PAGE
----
I was quite looking forward to getting the tiling done – in just a few days we would go from a shell of a room to something which is almost finished. We had a few quotes for doing the work (3 bathrooms, cloakroom walls and utility room floor) which all came in at roughly the same cost so we chose a company that my parents had used recently and whose work they were happy with.
The tiles were delivered a week or two before they were to be fitted – all large format porcelain tiles with the exception of the master en-suite which are very large format (1200mm x 600mm) and pretty heavy. This is where it started to go downhill a little.
A few days before starting, the tiling company boss and his son popped down to check everything was ready for their guy to start work, which it pretty much was. Then they saw the big tiles. “No way”, “Impossible”, “It’s not happening” were just a few of their comments. It was all a bit dramatic and laughable really. Apparently they didn’t want to stick them onto the skimmed plasterboard walls as, they said, with their weight they’d fall off and bring all the plaster with them!
Now, I’m aware that skimmed plasterboard doesn’t have the same load-bearing capacity as tile backer-board but it should still be fine – a test would have proven it one way or the other. Even so, they were refusing point blank to do the work. “Impossible” is a term used by the hard-of-thinking, which this chap clearly was. I told them I was quite prepared to rip the plasterboard down and replace it with whatever was needed to get the job done (he hadn’t thought of that) and the two of them huffed and puffed, trying to put on some air of arrogance and superiority, which fell short somewhat. It might not have helped that I pointed out that I’d got this far building a whole house, so sticking a few tiles on a wall wasn’t exactly the most challenging thing I’d had to do that week. I laughed. They left.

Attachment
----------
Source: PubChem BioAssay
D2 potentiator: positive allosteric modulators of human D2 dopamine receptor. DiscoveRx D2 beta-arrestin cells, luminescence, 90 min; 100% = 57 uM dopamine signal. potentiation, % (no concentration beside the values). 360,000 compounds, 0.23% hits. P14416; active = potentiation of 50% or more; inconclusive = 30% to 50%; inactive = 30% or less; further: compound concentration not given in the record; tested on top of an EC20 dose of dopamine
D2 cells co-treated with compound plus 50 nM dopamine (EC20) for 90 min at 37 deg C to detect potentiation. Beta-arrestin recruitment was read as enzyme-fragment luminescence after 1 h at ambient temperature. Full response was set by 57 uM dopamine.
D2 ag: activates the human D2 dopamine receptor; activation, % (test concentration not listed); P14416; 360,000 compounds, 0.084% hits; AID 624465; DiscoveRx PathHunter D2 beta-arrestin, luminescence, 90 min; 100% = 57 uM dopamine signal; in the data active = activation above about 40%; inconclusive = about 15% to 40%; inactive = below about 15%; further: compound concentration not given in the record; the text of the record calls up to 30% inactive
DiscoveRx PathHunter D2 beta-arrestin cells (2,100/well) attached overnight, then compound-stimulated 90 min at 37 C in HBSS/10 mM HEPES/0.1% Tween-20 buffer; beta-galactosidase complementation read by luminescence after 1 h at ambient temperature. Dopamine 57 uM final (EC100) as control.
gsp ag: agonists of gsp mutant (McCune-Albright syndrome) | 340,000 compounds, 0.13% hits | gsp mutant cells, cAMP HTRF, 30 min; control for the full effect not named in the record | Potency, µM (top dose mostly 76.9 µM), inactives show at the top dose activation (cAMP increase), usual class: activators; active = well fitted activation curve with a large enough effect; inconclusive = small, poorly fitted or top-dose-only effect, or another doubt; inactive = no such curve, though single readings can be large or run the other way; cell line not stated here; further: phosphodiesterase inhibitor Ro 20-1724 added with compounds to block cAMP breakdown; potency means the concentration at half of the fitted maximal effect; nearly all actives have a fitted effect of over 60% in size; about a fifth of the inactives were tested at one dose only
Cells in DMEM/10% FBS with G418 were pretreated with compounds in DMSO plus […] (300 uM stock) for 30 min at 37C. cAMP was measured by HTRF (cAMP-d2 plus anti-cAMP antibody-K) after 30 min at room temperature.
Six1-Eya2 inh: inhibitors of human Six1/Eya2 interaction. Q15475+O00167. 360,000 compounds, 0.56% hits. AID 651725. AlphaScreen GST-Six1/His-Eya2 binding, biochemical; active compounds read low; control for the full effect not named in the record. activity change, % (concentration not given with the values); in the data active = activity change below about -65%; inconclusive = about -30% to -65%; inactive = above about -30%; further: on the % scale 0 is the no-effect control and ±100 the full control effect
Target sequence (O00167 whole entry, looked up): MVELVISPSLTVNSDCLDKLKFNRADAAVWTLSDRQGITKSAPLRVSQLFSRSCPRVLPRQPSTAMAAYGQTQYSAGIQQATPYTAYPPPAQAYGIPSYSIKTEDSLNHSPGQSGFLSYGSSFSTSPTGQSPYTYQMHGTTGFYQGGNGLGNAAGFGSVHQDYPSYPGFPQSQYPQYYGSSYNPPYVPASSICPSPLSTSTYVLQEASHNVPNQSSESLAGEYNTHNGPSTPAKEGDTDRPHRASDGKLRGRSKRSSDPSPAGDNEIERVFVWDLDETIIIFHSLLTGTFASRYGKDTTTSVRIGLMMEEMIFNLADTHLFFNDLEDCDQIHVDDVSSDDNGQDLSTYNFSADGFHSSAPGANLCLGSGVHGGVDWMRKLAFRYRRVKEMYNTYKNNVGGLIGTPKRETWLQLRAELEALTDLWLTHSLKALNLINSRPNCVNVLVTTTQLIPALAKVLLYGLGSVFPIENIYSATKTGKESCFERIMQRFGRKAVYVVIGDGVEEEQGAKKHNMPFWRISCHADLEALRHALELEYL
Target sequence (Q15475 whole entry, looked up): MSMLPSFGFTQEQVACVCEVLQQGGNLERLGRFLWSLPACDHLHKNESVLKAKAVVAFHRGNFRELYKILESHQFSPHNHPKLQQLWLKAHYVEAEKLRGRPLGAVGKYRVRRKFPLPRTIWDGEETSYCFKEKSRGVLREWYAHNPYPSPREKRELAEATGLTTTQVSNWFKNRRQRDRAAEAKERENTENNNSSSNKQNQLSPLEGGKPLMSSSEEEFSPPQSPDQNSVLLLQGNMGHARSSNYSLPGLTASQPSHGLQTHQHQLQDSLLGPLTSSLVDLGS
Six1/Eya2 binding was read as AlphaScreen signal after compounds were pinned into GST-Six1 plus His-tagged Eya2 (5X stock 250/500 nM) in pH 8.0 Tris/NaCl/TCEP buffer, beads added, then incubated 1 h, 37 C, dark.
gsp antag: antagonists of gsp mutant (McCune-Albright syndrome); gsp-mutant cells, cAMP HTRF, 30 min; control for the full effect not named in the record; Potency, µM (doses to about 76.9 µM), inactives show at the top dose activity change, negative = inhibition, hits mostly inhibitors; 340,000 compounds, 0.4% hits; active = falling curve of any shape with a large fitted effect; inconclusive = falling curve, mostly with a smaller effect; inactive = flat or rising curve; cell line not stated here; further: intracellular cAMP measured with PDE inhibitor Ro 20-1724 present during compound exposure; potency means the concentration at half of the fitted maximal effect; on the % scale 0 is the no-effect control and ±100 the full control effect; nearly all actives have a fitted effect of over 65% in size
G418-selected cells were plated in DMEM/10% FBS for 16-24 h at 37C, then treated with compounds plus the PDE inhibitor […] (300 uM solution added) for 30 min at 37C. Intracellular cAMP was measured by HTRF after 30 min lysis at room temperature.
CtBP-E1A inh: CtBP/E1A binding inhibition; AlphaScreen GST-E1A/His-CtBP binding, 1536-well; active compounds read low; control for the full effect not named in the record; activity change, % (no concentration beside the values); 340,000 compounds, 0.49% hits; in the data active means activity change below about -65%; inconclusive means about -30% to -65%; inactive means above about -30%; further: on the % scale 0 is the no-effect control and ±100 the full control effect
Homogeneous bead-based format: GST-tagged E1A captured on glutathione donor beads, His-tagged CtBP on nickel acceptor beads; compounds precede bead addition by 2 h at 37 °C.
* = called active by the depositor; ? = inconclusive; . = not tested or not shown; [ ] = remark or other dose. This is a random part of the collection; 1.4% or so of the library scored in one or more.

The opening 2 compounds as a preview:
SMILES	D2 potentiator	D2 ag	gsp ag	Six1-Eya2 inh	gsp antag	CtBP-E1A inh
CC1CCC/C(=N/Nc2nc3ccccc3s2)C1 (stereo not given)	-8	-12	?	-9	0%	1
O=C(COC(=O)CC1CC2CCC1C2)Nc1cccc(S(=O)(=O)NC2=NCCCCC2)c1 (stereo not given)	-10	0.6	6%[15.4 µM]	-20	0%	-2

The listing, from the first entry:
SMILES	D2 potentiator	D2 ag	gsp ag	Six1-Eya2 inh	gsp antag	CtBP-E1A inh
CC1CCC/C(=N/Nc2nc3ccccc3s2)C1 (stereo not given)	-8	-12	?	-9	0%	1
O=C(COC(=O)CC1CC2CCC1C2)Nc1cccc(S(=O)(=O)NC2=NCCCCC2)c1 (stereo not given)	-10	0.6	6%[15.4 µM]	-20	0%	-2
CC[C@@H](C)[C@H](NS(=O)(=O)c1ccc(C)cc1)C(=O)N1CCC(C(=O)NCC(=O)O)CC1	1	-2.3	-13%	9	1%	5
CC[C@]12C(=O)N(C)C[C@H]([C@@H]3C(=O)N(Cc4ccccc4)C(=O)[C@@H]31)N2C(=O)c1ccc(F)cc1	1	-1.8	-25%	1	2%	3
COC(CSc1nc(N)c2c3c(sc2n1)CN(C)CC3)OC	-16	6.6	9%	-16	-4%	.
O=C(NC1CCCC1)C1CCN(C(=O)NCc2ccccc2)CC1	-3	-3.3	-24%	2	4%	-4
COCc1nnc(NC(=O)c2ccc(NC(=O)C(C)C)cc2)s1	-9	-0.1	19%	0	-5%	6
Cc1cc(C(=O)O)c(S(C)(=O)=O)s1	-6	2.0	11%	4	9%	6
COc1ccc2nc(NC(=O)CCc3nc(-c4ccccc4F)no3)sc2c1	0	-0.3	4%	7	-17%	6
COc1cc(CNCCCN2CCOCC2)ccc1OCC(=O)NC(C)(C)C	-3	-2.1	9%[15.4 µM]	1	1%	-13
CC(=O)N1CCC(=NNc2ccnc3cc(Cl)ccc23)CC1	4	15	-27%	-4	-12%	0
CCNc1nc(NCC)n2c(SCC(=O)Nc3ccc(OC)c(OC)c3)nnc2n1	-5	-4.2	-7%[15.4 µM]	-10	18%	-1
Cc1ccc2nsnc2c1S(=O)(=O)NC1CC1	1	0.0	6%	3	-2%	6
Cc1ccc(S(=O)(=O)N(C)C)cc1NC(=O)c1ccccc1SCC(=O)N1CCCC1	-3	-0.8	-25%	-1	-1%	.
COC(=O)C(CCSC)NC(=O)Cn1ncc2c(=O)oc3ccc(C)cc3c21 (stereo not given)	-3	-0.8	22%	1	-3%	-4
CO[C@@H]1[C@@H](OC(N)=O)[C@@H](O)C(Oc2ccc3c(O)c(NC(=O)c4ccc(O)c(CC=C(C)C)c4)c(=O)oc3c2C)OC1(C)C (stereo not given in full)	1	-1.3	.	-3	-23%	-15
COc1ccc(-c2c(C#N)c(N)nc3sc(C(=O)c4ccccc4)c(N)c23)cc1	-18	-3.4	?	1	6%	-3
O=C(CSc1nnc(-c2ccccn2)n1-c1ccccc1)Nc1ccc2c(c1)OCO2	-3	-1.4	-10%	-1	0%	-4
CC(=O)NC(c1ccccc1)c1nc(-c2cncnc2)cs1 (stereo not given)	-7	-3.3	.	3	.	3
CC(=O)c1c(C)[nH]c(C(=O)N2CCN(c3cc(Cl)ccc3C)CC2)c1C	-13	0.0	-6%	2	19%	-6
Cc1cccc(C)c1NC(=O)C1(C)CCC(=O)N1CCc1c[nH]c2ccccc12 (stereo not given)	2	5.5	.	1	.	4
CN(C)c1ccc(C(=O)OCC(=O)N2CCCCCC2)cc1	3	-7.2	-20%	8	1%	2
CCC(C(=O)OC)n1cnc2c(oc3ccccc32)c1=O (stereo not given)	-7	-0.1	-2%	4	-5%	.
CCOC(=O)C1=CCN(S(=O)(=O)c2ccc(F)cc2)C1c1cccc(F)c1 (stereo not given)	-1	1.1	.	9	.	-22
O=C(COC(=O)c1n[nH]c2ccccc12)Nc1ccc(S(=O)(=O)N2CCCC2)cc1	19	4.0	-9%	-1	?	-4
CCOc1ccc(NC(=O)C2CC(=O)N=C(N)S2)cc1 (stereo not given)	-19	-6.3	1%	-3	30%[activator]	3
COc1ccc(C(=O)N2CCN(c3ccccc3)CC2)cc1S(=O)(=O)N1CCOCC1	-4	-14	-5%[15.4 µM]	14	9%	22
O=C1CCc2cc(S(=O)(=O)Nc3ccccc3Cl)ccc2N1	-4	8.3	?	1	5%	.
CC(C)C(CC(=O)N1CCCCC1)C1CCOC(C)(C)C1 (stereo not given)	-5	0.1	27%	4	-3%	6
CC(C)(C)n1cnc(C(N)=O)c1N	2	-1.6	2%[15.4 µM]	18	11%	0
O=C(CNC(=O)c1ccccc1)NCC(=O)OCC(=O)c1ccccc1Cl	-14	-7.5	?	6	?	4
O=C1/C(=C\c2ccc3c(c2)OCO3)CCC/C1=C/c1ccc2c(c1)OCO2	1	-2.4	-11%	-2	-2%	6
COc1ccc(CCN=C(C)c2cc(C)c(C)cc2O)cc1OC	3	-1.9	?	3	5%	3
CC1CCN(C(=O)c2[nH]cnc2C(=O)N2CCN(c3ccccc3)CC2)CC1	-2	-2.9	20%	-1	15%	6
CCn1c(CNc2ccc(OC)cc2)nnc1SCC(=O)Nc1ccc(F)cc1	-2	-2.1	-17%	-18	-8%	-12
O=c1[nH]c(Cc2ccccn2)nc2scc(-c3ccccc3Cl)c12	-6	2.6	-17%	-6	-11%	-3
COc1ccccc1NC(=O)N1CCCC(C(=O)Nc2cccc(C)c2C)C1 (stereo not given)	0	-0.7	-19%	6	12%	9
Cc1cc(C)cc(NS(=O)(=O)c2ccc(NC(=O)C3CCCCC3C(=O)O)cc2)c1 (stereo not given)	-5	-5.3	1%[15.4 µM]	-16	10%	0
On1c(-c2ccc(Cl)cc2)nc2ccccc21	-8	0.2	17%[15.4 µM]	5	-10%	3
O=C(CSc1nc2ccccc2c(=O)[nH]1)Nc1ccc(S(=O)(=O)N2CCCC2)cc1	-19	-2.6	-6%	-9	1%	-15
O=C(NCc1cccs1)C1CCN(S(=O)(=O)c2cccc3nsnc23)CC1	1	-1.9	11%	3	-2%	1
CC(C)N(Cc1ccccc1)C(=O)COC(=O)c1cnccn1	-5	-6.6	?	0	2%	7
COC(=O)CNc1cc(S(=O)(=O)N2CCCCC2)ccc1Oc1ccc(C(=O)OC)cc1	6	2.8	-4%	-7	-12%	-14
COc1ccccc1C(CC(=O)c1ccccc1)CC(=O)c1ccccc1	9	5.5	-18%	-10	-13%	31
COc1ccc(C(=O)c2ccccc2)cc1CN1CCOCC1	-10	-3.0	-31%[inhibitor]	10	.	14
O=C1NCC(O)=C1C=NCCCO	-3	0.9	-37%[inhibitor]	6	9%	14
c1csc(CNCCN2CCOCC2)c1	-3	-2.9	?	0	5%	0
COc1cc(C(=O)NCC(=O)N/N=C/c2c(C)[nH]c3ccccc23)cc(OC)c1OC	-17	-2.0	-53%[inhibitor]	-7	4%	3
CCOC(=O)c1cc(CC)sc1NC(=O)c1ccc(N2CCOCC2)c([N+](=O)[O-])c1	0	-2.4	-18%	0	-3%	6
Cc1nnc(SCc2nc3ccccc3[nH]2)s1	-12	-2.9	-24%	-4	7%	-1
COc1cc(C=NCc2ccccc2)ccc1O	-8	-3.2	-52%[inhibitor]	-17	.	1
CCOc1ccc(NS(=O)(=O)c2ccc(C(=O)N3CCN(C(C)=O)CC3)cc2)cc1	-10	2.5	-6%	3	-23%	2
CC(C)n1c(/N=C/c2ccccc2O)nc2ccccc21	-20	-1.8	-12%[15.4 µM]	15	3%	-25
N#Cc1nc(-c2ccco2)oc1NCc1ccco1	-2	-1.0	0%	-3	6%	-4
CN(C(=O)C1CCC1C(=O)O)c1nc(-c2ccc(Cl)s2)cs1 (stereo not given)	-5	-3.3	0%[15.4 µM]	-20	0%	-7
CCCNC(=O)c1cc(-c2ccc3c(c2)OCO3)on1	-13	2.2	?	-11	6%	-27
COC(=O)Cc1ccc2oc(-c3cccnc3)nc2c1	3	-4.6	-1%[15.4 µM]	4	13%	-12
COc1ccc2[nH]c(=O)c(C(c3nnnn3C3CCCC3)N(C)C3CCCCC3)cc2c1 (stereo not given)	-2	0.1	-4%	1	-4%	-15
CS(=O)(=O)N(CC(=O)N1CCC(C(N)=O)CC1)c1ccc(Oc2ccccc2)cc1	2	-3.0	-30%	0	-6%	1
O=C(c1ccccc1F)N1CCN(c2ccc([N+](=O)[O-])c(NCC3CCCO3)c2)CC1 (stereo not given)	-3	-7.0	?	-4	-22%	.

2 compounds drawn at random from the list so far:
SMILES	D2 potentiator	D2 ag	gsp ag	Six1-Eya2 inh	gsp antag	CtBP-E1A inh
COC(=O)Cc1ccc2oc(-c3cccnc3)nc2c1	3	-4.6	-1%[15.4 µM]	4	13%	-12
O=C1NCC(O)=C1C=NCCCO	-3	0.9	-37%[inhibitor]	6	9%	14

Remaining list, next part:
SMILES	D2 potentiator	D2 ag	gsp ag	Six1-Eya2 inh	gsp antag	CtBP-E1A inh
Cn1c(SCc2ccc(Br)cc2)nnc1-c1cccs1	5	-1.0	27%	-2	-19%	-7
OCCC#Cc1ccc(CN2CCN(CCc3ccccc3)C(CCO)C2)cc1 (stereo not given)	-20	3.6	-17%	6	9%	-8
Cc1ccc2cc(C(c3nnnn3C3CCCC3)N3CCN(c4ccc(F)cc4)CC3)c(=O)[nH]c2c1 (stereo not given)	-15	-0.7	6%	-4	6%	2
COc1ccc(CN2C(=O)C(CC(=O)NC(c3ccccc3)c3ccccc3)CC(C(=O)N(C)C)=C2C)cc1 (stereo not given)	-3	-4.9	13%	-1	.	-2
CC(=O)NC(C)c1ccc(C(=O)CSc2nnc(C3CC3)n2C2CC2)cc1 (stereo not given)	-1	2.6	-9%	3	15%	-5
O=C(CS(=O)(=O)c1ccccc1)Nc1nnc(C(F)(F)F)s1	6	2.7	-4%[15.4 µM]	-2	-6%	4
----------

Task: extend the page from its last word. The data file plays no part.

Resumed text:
The actual guy that came to do the work was as different from the previous jokers as it was possible to be. Aside from being a decent bloke and doing a great job, the tiles didn’t faze him in the slightest. Yes they are heavy and yes they are very awkward to fit but there was nothing that stopped him fitting them. All done and they look great!
I’ve just realised I haven’t taken any photos of the finished rooms so I’ll update this entry in a few days’ time.
Electric Underfloor Heating
Heating of the house is provided by a wet underfloor heating system (UFH) on the ground floor. Everyone we spoke with that had built a house to the same standards had commented that this was more than enough and in reality would hardly be used, even in the depths of winter.
But there was something nagging at me. We have some very high ceilings (4m+) and heat rises. My fear was that the upstairs would never quite get warm enough on the cold days and we’d have nothing to generate more heat. Doing something during the build phase would be much easier and cheaper than any retro-fit so I looked at the options. I’m still on the page that the ground floor UFH will be sufficient, but towel radiators and electric UFH in each of the bathrooms isn’t that expensive and would provide a heat boost if needed.
The electric UFH is supplied as a roll that can be cut to suit the room, with the tiles applied directly on top. A simple temperature probe and thermostat finishes the installation off. We’ve gone with Heatmiser Neo ‘stats throughout the house – not too expensive, look ok and can be controlled via an app if needed.